Another ghost said to appear in the ruins is Lady Margaret Pomeroy, who in her lifetime was in love with the same man as her sister Eleanor. Out of jealousy, the latter imprisoned Lady Margaret in one of the towers, where she starved to death. This tower is now called St. Margaret’s Tower. Sometimes the ghost of this unfortunate woman, clad in white robes, appears in the place where her dungeon once stood, and begins to wander around the ruins. On the same day of the year, a blue glow appears in St. Margaret’s Tower, usually visible in the evening. This blue light has been observed by people before, including Peter Underwood and his colleagues, during their nighttime explorations here several years ago.

Finally, the third ghost is a woman in a white robe with a blue hood, the “Blue Lady. She is dressed in long blue hooded robes, and there is a rumor about her that she tries to seduce men, driving them to their deaths in a vain search for salvation or help in dangerous corners of the castle.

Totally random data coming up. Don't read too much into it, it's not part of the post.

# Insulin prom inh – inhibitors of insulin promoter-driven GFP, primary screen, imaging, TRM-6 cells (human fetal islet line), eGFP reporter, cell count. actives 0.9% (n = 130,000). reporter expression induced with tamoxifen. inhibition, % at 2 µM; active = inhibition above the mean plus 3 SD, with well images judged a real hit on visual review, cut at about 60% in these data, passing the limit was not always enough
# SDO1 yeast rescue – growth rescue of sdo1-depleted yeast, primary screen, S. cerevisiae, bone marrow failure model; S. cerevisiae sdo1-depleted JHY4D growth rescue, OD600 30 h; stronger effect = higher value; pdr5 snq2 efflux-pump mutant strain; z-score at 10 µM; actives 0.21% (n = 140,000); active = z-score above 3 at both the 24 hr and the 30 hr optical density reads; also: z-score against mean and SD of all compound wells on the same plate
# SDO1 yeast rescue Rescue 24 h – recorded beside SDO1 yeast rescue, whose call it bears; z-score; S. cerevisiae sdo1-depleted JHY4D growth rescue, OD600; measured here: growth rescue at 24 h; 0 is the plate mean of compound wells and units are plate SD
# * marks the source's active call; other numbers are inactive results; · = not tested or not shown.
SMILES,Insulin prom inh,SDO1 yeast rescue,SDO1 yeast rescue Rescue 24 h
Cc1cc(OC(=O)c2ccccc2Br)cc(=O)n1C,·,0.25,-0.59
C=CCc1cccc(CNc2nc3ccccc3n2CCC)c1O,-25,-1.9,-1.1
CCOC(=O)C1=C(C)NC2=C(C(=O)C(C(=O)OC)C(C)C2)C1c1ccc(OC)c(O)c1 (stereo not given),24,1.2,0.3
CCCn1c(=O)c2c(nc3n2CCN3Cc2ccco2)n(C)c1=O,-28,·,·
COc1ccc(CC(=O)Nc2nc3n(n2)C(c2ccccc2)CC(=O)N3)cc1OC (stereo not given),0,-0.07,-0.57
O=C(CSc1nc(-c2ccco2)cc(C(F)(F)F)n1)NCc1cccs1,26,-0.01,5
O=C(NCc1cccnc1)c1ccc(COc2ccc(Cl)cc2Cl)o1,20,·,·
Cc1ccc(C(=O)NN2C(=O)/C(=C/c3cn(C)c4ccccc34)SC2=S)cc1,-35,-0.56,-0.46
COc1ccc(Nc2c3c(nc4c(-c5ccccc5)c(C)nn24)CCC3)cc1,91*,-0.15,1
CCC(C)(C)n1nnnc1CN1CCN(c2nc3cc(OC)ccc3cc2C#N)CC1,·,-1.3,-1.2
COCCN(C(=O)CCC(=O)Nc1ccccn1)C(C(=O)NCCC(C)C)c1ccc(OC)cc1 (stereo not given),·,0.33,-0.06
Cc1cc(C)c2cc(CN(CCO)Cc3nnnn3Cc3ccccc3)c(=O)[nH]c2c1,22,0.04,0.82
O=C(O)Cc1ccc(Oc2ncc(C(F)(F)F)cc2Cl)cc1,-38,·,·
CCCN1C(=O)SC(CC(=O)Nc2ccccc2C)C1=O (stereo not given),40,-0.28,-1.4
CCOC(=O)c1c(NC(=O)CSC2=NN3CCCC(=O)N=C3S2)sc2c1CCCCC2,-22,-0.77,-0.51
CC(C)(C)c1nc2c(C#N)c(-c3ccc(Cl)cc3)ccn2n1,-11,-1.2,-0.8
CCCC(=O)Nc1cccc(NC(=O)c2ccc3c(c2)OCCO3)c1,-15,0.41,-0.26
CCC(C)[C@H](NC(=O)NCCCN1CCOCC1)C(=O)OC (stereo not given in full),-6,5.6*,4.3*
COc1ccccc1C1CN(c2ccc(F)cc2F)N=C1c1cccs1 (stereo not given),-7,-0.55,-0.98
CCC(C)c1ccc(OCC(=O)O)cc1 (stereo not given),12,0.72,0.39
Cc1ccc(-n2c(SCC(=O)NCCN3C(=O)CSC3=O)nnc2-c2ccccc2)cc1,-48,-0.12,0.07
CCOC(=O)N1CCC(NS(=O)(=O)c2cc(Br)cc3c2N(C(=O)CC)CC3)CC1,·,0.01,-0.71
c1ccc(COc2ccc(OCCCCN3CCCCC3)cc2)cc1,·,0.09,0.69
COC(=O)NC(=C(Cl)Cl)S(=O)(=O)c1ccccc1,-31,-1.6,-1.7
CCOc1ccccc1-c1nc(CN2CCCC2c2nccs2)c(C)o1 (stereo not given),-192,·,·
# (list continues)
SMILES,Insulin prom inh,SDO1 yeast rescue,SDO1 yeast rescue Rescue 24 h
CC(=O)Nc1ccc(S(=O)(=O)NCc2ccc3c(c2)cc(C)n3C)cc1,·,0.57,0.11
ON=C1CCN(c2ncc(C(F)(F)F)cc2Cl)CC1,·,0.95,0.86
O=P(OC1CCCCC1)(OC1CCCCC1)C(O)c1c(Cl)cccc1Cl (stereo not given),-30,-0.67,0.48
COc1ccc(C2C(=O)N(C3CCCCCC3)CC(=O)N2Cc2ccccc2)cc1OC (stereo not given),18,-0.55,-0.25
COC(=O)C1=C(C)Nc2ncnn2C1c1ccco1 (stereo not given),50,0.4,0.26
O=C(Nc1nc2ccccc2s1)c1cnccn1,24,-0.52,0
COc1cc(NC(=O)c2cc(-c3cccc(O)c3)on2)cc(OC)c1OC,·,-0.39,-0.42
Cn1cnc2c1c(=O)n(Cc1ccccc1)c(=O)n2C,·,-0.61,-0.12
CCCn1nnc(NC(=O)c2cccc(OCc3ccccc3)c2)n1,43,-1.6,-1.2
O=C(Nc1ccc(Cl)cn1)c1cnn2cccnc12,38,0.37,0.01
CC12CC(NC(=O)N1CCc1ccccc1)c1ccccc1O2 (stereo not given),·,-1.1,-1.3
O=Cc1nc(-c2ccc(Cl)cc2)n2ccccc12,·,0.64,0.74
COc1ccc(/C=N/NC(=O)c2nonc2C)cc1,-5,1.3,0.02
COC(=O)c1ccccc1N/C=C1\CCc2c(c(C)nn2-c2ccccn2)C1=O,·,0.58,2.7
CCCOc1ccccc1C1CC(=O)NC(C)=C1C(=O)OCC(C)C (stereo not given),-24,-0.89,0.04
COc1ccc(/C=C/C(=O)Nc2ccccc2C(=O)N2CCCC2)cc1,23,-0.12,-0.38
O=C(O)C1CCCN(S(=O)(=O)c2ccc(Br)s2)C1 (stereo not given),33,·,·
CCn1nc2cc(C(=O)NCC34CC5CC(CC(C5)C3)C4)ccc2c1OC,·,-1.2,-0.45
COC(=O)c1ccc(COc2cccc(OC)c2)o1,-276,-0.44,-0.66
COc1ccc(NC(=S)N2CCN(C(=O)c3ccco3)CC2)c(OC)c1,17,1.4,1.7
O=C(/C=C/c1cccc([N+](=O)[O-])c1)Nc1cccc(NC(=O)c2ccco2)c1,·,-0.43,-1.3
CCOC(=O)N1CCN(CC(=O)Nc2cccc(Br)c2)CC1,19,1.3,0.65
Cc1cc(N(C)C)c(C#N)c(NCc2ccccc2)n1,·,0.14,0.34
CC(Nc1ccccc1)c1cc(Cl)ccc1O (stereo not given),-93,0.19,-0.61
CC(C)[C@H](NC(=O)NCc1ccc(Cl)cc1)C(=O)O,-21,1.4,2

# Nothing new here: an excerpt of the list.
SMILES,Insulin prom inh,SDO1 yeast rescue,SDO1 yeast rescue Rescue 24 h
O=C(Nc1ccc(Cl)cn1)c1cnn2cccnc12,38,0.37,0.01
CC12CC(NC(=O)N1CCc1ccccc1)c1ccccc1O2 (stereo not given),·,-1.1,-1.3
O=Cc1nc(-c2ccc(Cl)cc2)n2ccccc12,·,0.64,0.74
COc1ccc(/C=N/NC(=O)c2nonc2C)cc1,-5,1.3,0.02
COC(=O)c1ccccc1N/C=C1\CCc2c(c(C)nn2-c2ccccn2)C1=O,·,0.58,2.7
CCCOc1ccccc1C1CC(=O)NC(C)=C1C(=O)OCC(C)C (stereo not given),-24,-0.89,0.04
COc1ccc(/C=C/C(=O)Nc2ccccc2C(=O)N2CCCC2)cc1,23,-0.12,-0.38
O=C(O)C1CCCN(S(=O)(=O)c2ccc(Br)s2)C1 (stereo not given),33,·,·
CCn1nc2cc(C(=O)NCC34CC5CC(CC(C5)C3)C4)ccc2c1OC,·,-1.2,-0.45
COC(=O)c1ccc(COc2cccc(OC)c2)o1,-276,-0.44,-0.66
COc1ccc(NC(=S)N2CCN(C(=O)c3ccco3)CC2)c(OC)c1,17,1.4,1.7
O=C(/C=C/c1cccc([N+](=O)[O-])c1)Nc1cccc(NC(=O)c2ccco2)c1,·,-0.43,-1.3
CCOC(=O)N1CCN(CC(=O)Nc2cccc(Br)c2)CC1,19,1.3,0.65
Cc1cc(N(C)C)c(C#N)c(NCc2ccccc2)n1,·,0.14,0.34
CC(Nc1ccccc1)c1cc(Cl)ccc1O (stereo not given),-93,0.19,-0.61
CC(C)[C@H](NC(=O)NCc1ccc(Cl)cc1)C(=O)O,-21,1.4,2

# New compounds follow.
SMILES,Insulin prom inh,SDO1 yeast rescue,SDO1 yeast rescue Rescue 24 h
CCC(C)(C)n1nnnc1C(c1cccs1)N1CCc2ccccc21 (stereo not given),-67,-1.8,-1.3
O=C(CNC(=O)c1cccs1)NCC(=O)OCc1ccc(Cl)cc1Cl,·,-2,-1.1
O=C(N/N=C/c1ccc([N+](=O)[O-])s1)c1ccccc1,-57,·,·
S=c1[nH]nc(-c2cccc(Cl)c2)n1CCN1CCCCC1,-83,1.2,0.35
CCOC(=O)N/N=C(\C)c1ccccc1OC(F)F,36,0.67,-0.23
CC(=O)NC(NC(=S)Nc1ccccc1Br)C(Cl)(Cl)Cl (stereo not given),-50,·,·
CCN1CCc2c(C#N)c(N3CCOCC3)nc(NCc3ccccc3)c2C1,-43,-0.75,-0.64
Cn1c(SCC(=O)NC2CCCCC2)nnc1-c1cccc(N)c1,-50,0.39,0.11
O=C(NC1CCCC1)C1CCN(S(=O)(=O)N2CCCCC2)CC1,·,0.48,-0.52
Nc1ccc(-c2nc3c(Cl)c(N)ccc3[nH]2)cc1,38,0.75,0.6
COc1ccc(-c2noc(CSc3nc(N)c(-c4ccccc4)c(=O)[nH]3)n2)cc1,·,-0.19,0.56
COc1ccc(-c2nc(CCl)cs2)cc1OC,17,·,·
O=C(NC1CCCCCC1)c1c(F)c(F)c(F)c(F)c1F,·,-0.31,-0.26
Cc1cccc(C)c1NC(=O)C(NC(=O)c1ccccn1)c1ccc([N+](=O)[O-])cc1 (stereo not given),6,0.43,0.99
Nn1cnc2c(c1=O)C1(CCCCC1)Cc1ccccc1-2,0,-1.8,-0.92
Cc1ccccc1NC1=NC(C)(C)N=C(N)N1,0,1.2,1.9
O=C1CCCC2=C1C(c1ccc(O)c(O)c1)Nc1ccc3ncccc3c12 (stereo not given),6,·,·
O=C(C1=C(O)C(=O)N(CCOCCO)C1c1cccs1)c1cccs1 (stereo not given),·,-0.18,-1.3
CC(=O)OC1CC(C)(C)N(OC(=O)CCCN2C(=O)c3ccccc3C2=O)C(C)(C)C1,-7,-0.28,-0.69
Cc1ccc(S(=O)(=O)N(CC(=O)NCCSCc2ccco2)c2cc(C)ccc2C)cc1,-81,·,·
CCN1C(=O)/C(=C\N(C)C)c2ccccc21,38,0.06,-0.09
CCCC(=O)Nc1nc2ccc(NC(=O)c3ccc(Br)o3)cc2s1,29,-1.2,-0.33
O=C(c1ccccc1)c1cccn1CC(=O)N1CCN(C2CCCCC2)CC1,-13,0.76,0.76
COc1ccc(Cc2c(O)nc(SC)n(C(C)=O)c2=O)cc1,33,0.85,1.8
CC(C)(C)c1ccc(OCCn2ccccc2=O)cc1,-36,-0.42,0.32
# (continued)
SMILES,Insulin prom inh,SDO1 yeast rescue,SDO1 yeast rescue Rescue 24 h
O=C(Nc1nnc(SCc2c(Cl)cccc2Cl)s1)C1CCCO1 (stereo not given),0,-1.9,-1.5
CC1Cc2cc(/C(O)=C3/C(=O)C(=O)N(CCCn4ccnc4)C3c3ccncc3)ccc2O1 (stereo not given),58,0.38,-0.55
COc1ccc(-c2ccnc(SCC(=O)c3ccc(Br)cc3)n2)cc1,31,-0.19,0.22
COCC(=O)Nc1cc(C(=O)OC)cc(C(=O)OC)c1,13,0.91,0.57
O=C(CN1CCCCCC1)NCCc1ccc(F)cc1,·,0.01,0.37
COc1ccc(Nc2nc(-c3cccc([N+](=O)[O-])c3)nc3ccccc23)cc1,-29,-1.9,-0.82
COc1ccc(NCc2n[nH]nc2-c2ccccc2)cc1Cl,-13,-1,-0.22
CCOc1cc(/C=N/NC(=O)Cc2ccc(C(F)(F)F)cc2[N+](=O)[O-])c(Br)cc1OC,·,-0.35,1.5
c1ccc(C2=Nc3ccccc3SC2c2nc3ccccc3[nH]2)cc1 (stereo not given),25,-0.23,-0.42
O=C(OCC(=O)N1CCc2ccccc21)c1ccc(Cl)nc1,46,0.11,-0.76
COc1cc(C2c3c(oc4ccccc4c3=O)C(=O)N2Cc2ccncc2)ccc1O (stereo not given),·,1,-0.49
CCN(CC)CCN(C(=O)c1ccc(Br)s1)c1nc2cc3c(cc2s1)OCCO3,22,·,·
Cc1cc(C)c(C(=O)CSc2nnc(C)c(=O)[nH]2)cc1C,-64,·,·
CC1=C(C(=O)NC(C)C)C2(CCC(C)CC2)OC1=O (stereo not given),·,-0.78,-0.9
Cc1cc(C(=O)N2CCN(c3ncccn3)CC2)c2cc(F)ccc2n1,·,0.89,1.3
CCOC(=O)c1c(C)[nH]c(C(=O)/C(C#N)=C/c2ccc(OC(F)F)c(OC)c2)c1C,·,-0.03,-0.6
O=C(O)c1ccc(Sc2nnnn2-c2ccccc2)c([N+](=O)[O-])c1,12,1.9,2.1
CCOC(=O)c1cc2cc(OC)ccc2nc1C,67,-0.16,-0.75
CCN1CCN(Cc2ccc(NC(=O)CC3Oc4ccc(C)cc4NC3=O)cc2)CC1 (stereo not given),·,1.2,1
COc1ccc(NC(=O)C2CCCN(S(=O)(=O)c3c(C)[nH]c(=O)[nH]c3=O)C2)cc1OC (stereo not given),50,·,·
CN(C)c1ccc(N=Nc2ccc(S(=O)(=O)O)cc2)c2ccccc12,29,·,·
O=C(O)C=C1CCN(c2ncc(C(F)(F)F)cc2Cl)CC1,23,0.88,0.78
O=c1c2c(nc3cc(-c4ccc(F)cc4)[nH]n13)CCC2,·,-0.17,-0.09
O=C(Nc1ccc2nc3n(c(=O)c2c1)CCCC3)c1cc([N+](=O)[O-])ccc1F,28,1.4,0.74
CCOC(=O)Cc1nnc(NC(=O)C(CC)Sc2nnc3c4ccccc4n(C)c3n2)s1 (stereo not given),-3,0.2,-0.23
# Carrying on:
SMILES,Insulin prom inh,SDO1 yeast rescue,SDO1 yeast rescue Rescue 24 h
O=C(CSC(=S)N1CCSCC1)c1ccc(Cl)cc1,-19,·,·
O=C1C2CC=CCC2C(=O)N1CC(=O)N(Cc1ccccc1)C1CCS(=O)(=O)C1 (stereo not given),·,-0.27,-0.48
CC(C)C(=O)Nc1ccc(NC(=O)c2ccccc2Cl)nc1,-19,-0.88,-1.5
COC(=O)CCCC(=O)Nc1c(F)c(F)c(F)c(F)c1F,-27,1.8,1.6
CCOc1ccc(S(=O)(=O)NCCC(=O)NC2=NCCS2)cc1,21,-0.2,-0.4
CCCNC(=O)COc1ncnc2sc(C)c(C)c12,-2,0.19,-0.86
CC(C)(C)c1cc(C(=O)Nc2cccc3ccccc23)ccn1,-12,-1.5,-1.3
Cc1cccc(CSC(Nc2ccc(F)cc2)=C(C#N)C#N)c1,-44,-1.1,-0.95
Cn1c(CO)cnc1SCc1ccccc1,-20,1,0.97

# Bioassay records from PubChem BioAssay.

This ghost seems to belong to the spirit of the baron’s daughter of Norman times, who, after a criminal affair with her own father, gave birth to a child, and the father soon killed the unfortunate child in one of the upper rooms of the main tower of the castle.

According to another version of the story, it was she herself who killed the child, hating it with all the strength of her soul. And now she herself has no peace and wrings her hands in despair. Sometimes she weeps for her dead child, and her cries can be heard throughout the castle.

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Modern research at Berry Castle Pomeroy testifies to many cases of visions, shadows, photographic “errors”, paranormal sounds and other incomprehensible things. It has been documented that some visitors who have taken small “souvenirs” from the castle, such as pebbles or the like, have tried to take them back, because they felt that these objects gave off bad omens and a growing sense of terror that haunted them upon their return home.

Berry Powmroy Castle

Berry Castle Powmroy

In south Devon, a mile from the village of Berry Powmroy is the castle of the same name. It is an old Tudor-style mansion built within the boundaries of an older Norman castle. Today Berry Powmroy Castle is a popular tourist attraction, mainly because of the legends of ghosts that supposedly can be seen on its territory. The castle is on the List of Protected Architectural and Historic Sites, Grade I.